26 Changing Paradigms The Damage Model
Focuses on injuries of the past rather than living well in the present Lures survivors into the Victim Trap Instills feeling of being a walking time bomb The Challenge Model Builds on strengths Breaks the chain by improving deliberately on their parent’s lifestyles Seeks alternative mirrors Establishes new routines and family rituals (Wolin & Wolin, 1993)

27 How have you been resilient?
Think of a hardship, trauma, or loss you have experienced in the past… Describe what you did to help yourself through the situation…

28 REFRAMING THE PAST Grief - loss of childhood
Comfort – secret is out no longer alone Anger – due to suffering Pride – completing something parent’s couldn’t have done Loss – of love and acceptance Courage – seeing the way your life has already improved Fear – you will fall into your parent’s patterns Validation – someone acknowledged the wrongs Shame – because of origins Clarity – you know what needs to change to re-build your life

29 7 Resiliencies: How we Overcome Adversities (Sybil Wolin, 2001)
Insight: Asking Tough Questions Independence: Being your Own Person Relationships: Connecting to People Initiative: Taking Charge of Problems Creativity: Using Imagination Humor: Finding What’s Funny Morality: Doing the Right Thing

30 Insight Damage Model: Intellectualization Challenge Model:
Sensing (early childhood) - Detected patterns of behavior that spelled trouble Knowing (adolescence) – Labeled your family as troubled made effort to gather more information Understanding (adulthood) – Do you watch yourself in action accepting the role you play in your own difficulties

31 Insight: Forewarned is Forearmed
“I don’t know what the word ‘Mommy’ means…the hardcore truth is, my mother didn’t take care of us. She couldn’t cope with herself, let alone three daughters… I had to teach myself not to settle for less. My family hated that I spoke out…I want to break the cycle.”

32 Independence Damage Model: Fear of Intimacy Challenge Model:
Straying (early childhood) – Distancing from painful family scenes to avoid being a messenger, whipping post, sexual object or confidant Disengage (adolescence) – Stepping out of the ‘parental orbit’ and becoming the commander of their own future Separating (adulthood) – Survivors stop looking to their families for satisfaction and aim to break the chain for future generations

33 Independence: A Delicate Negotiation
“I kept myself going by plotting my getaway and putting my plan in motion. I decided to leave after high school and work to support myself. When I was 14 I took my first job… I picked the brain of every adult I could…I was going to endure and leave the awful life with my family. I was going to be something they never dreamed of…”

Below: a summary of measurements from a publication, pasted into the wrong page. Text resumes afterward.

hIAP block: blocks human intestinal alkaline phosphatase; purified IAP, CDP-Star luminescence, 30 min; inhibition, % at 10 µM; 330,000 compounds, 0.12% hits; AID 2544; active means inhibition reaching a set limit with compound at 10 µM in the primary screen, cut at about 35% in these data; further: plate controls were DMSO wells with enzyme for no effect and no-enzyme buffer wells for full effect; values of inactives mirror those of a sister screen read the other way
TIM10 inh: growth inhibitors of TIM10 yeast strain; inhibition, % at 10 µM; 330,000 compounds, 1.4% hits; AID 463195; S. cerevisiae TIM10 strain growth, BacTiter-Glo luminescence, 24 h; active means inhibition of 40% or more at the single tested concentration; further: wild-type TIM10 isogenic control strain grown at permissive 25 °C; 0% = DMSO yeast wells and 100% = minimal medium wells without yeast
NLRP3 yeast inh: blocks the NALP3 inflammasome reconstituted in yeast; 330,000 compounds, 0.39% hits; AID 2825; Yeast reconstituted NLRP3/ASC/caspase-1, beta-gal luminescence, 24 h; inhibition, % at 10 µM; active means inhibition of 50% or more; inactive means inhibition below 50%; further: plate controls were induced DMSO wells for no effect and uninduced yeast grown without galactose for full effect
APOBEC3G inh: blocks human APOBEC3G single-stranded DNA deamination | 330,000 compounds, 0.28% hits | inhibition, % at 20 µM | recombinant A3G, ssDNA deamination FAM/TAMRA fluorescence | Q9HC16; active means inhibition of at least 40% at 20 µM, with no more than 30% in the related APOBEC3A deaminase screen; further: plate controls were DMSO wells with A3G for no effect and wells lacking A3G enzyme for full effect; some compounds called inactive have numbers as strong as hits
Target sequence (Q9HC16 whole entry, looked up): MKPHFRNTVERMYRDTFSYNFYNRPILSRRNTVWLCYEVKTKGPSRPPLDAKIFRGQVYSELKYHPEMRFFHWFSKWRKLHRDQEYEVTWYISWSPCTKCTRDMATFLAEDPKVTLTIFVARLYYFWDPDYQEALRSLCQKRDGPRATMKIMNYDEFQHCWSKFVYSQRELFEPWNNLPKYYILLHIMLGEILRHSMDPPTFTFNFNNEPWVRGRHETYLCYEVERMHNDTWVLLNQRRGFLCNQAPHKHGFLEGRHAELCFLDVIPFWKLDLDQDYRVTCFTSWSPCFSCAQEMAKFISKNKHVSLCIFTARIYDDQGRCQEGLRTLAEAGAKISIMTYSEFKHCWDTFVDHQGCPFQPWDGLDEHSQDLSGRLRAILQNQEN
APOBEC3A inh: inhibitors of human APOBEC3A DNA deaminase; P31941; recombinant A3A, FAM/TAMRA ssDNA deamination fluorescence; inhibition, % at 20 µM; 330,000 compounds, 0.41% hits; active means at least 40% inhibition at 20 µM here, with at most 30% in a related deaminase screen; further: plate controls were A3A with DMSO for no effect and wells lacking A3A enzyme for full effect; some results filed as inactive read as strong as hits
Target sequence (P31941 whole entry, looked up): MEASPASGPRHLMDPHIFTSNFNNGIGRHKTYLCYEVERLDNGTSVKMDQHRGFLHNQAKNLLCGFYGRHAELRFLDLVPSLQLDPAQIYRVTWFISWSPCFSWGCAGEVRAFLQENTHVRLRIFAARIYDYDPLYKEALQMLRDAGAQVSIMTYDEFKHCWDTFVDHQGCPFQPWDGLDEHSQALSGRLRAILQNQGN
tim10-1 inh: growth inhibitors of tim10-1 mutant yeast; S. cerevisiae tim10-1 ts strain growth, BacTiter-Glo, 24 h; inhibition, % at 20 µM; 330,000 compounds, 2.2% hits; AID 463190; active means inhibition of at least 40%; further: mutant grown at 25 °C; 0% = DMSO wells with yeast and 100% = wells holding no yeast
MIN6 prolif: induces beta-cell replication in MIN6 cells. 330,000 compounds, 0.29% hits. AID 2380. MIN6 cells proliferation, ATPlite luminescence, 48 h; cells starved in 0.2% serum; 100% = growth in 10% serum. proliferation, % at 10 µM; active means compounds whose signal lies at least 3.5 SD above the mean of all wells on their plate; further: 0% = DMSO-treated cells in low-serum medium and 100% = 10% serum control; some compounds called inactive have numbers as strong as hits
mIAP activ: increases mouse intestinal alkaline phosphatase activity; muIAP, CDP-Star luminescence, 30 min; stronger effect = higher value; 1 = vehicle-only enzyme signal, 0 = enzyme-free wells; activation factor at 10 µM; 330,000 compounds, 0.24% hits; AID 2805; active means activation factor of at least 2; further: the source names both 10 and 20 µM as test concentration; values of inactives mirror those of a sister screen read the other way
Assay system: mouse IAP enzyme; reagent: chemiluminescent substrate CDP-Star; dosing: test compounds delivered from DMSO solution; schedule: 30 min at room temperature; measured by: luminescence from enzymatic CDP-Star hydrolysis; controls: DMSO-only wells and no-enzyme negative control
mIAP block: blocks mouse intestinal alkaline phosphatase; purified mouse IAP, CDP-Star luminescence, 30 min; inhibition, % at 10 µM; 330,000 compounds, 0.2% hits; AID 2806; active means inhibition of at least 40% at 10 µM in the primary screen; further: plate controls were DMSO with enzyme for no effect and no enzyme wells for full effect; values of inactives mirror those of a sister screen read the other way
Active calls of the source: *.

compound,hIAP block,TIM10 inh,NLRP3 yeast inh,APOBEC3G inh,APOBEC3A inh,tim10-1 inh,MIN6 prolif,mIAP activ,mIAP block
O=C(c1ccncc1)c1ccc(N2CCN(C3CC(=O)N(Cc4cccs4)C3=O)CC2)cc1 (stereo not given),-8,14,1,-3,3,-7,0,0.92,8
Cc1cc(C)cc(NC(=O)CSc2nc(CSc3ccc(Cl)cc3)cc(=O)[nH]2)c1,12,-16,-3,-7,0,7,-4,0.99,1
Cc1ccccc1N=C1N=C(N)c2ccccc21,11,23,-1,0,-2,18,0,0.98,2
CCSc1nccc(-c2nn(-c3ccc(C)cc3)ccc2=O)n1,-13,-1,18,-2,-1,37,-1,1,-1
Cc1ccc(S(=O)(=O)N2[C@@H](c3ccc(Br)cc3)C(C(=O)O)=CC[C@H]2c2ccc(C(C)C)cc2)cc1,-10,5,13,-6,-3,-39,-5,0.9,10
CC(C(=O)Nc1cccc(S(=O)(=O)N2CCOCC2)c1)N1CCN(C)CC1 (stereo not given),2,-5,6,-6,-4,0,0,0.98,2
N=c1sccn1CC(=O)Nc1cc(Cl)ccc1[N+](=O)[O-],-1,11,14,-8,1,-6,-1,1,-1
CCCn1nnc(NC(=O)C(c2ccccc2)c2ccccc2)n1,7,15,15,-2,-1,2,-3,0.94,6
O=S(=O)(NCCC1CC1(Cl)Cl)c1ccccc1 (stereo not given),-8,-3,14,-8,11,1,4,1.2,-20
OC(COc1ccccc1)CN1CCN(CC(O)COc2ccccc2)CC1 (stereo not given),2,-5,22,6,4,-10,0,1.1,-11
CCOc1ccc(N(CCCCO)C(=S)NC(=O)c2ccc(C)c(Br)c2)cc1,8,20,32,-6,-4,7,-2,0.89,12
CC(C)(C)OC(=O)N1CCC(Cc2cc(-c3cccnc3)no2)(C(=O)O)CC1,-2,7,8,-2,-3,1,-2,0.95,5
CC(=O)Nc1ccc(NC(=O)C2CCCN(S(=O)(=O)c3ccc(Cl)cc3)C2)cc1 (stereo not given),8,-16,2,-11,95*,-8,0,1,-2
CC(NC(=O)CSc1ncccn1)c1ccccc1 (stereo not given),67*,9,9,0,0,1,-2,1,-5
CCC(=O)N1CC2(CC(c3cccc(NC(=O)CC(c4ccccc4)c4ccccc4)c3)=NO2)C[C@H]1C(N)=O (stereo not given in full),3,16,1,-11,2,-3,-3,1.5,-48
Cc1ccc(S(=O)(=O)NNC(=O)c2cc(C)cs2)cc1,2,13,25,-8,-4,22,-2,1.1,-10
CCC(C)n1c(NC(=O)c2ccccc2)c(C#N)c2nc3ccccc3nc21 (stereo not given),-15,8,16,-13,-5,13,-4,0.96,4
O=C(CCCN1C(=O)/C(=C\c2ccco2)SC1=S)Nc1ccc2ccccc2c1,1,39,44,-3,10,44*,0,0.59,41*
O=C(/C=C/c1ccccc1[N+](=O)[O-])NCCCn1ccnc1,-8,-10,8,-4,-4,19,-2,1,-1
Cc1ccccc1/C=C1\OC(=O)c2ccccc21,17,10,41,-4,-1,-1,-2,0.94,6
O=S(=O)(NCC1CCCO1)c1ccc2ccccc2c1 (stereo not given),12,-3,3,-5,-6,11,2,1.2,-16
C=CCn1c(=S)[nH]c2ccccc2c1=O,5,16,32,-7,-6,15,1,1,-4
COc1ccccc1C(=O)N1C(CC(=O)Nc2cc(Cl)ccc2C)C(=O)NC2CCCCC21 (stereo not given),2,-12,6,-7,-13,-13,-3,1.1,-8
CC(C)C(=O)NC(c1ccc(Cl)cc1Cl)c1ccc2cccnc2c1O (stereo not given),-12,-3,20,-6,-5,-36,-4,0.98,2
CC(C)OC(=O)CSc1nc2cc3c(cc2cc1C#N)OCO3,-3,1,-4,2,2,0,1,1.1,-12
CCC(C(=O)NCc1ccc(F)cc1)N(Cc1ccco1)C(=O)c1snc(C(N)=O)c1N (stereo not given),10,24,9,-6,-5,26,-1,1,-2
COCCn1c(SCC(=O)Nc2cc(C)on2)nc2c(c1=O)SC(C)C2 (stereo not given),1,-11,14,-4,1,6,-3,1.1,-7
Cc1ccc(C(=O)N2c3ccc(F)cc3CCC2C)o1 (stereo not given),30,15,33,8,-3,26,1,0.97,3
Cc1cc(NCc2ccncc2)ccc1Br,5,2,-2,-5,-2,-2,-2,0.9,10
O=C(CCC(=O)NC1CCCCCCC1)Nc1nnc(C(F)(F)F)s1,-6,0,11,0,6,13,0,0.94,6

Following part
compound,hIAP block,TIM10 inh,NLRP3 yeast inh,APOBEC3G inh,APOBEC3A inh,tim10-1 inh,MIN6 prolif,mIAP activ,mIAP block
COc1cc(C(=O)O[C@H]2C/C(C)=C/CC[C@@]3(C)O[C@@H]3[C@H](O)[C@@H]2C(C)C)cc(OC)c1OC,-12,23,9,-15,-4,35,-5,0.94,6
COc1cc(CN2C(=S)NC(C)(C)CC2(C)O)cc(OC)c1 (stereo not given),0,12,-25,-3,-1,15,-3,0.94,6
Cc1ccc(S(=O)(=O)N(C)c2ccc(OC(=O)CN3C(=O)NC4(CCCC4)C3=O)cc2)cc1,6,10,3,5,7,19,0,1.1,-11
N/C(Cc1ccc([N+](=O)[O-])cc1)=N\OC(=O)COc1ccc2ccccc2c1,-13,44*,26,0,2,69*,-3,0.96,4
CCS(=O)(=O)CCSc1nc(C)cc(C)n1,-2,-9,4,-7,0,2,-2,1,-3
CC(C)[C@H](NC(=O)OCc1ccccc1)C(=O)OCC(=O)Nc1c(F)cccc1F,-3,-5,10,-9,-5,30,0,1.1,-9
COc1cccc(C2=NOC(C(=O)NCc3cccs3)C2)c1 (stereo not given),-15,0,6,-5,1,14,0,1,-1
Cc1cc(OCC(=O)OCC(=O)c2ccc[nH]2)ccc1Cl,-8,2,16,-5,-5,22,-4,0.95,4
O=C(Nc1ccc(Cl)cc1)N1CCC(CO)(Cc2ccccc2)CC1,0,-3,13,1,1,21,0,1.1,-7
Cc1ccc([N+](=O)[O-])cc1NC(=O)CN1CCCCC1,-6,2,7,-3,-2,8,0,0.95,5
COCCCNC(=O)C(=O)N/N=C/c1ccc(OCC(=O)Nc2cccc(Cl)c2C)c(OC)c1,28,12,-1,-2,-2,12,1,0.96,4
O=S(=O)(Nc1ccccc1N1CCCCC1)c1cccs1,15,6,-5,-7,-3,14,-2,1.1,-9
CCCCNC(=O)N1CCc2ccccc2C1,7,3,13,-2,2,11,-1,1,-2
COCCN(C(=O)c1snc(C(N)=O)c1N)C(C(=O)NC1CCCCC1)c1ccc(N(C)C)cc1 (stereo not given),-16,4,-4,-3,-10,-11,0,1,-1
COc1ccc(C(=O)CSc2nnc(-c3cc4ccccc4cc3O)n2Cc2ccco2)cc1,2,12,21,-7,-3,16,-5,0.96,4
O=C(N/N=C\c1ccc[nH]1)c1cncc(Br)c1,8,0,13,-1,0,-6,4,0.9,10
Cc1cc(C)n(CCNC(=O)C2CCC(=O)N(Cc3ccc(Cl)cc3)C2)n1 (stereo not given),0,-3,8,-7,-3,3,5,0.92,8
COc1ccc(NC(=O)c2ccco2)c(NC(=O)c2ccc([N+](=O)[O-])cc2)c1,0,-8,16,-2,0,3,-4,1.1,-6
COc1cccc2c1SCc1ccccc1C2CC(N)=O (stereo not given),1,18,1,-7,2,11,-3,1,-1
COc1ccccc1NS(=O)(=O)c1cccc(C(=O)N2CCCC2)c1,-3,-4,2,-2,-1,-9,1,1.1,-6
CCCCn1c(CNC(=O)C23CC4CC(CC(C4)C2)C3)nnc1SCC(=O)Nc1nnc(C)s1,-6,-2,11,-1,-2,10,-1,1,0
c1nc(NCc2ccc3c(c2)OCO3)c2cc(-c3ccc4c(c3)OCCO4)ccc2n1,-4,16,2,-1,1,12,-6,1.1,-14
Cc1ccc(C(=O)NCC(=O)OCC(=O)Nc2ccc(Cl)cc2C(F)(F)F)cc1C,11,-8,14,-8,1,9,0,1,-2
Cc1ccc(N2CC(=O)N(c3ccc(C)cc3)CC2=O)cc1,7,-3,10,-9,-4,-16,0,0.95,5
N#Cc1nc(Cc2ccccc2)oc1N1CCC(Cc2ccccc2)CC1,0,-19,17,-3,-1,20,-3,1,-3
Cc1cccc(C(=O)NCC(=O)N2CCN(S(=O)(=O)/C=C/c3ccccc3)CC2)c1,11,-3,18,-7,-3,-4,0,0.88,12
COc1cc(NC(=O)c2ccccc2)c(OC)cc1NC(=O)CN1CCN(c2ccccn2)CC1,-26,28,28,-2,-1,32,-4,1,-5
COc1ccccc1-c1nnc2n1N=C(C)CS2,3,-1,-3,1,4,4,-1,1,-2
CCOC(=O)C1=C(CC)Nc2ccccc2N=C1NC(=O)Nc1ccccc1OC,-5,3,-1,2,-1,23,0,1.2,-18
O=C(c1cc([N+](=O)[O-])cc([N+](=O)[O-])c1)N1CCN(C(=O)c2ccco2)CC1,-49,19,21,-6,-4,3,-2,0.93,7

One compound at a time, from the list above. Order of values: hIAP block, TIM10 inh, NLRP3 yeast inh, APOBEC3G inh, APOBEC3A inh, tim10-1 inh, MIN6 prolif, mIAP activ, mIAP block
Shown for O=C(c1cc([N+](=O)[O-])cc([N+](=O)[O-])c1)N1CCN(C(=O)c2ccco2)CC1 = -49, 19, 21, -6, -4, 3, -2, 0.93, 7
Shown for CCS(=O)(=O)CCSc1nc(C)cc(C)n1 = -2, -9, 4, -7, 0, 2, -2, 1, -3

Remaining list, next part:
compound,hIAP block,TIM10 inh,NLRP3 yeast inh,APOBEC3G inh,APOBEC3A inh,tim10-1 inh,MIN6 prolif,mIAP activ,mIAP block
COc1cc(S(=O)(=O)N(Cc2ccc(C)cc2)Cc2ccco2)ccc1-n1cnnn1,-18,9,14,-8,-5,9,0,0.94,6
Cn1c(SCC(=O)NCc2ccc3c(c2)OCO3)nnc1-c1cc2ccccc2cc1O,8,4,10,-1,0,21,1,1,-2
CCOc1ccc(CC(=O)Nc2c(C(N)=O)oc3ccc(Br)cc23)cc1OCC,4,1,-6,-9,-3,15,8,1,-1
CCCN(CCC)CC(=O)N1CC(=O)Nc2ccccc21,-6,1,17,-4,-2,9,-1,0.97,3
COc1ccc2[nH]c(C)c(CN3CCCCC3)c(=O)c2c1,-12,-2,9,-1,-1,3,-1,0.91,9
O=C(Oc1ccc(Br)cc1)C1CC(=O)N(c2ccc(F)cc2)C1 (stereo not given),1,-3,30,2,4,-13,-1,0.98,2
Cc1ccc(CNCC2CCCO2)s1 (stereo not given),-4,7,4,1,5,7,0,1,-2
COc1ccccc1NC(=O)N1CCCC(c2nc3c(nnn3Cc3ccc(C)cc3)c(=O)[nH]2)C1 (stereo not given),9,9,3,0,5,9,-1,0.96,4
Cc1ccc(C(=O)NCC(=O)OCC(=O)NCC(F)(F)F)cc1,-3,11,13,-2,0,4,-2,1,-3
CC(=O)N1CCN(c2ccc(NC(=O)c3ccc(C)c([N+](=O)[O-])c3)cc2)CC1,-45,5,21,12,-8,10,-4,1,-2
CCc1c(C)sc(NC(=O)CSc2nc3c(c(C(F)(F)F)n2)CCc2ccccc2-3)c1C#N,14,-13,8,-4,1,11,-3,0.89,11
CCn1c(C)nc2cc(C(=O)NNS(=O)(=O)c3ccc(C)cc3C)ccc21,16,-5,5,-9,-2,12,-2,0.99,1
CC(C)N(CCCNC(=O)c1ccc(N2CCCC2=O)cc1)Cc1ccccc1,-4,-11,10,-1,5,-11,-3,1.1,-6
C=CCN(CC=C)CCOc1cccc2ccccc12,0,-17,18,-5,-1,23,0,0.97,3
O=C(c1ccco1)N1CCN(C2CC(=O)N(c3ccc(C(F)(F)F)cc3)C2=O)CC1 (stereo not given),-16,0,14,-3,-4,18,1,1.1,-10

34 Relationships Damage Model: Co-Dependency Challenge Model:
Connecting (early childhood) – Attracting the attention of available adults Recruiting (adolescence) – Enlisting a friend, teacher, neighbor, or minister as parent substitute Attaching (adulthood) – The ability to form and keep mutually gratifying relationships with regard for the well-being of others as well as oneself

35 Relationships: The Search for Love
“I felt wonderful whenever it was time to cook because it also meant doing something that my parents had never encouraged in my thirteen years of living with them: bonding with other girls…” “At the group home… I met people who really cared about me, who accepted me without judgment, who gave me the love and attention I needed.”

36 Initiative Damage Model: Overachievement Challenge Model:
Exploring (early childhood) – Conducting trial & error experiments, achieve a sense of effectiveness Working (adolescence) – Focused, organized, goal directed over a wide range of activities Generating (adulthood) – A lifelong attraction to generating projects that stretch the self and promote growth

37 Initiative: The Pleasure in Problems
At 7 he struggled to free himself from his mother’s psychotic delusions, at 15 he “broke” and was hospitalized… years later one of the most prominent theorists on rational thinking wrote – “One of the direct consequences of my mother’s poor mental health was that I started to forego playing for serious work very early in childhood in order to take refuge in a private and non-fictitious world. I have always detested any departure from reality…” Jean Piaget

38 Creativity Damage Model: Useless Fantasy Challenge Model:
Playing (early childhood) - Spending much of the time in imaginative play Shaping (adolescence) – Using art to express feelings in an undisguised form Composing (adulthood) – Artistic hobby or profession: creating compensates for pain of the past

39 Creativity: Building a New World on the Ruins of the Old